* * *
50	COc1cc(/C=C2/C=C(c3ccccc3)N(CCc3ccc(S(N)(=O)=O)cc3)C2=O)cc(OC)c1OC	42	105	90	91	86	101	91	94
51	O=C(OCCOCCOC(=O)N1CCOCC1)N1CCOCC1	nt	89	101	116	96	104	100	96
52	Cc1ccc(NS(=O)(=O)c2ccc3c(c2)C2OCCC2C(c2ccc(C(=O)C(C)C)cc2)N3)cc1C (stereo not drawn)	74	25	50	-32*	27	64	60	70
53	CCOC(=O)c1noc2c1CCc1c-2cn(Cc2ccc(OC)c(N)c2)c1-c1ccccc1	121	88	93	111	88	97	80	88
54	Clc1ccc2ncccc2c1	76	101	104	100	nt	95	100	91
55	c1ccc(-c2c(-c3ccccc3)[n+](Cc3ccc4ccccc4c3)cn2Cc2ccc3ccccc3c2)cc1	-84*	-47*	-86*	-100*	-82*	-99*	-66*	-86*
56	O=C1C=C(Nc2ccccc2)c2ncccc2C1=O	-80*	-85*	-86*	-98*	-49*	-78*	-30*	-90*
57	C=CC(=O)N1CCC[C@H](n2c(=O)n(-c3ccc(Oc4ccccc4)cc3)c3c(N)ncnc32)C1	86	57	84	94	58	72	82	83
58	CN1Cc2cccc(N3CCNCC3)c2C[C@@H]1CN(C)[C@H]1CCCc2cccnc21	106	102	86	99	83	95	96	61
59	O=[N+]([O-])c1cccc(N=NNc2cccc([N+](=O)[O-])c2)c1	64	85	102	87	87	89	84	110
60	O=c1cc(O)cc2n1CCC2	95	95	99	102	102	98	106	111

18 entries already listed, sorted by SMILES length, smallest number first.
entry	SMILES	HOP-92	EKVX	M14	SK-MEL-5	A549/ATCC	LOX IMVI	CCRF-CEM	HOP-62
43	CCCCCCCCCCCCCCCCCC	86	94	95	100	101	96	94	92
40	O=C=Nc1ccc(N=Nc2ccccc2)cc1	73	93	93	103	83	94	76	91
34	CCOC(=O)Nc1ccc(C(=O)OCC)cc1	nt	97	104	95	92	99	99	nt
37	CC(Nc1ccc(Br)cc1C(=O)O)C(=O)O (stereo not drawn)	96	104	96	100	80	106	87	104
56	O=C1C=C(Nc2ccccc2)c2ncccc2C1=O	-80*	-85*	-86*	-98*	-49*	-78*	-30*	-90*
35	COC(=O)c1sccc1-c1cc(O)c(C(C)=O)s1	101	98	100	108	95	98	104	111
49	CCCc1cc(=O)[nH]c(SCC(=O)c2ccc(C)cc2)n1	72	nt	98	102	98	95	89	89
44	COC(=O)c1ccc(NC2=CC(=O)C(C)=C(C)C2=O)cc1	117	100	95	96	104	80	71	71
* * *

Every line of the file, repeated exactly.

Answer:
50	COc1cc(/C=C2/C=C(c3ccccc3)N(CCc3ccc(S(N)(=O)=O)cc3)C2=O)cc(OC)c1OC	42	105	90	91	86	101	91	94
51	O=C(OCCOCCOC(=O)N1CCOCC1)N1CCOCC1	nt	89	101	116	96	104	100	96
52	Cc1ccc(NS(=O)(=O)c2ccc3c(c2)C2OCCC2C(c2ccc(C(=O)C(C)C)cc2)N3)cc1C (stereo not drawn)	74	25	50	-32*	27	64	60	70
53	CCOC(=O)c1noc2c1CCc1c-2cn(Cc2ccc(OC)c(N)c2)c1-c1ccccc1	121	88	93	111	88	97	80	88
54	Clc1ccc2ncccc2c1	76	101	104	100	nt	95	100	91
55	c1ccc(-c2c(-c3ccccc3)[n+](Cc3ccc4ccccc4c3)cn2Cc2ccc3ccccc3c2)cc1	-84*	-47*	-86*	-100*	-82*	-99*	-66*	-86*
56	O=C1C=C(Nc2ccccc2)c2ncccc2C1=O	-80*	-85*	-86*	-98*	-49*	-78*	-30*	-90*
57	C=CC(=O)N1CCC[C@H](n2c(=O)n(-c3ccc(Oc4ccccc4)cc3)c3c(N)ncnc32)C1	86	57	84	94	58	72	82	83
58	CN1Cc2cccc(N3CCNCC3)c2C[C@@H]1CN(C)[C@H]1CCCc2cccnc21	106	102	86	99	83	95	96	61
59	O=[N+]([O-])c1cccc(N=NNc2cccc([N+](=O)[O-])c2)c1	64	85	102	87	87	89	84	110
60	O=c1cc(O)cc2n1CCC2	95	95	99	102	102	98	106	111

18 entries already listed, sorted by SMILES length, smallest number first.
entry	SMILES	HOP-92	EKVX	M14	SK-MEL-5	A549/ATCC	LOX IMVI	CCRF-CEM	HOP-62
43	CCCCCCCCCCCCCCCCCC	86	94	95	100	101	96	94	92
40	O=C=Nc1ccc(N=Nc2ccccc2)cc1	73	93	93	103	83	94	76	91
34	CCOC(=O)Nc1ccc(C(=O)OCC)cc1	nt	97	104	95	92	99	99	nt
37	CC(Nc1ccc(Br)cc1C(=O)O)C(=O)O (stereo not drawn)	96	104	96	100	80	106	87	104
56	O=C1C=C(Nc2ccccc2)c2ncccc2C1=O	-80*	-85*	-86*	-98*	-49*	-78*	-30*	-90*
35	COC(=O)c1sccc1-c1cc(O)c(C(C)=O)s1	101	98	100	108	95	98	104	111
49	CCCc1cc(=O)[nH]c(SCC(=O)c2ccc(C)cc2)n1	72	nt	98	102	98	95	89	89
44	COC(=O)c1ccc(NC2=CC(=O)C(C)=C(C)C2=O)cc1	117	100	95	96	104	80	71	71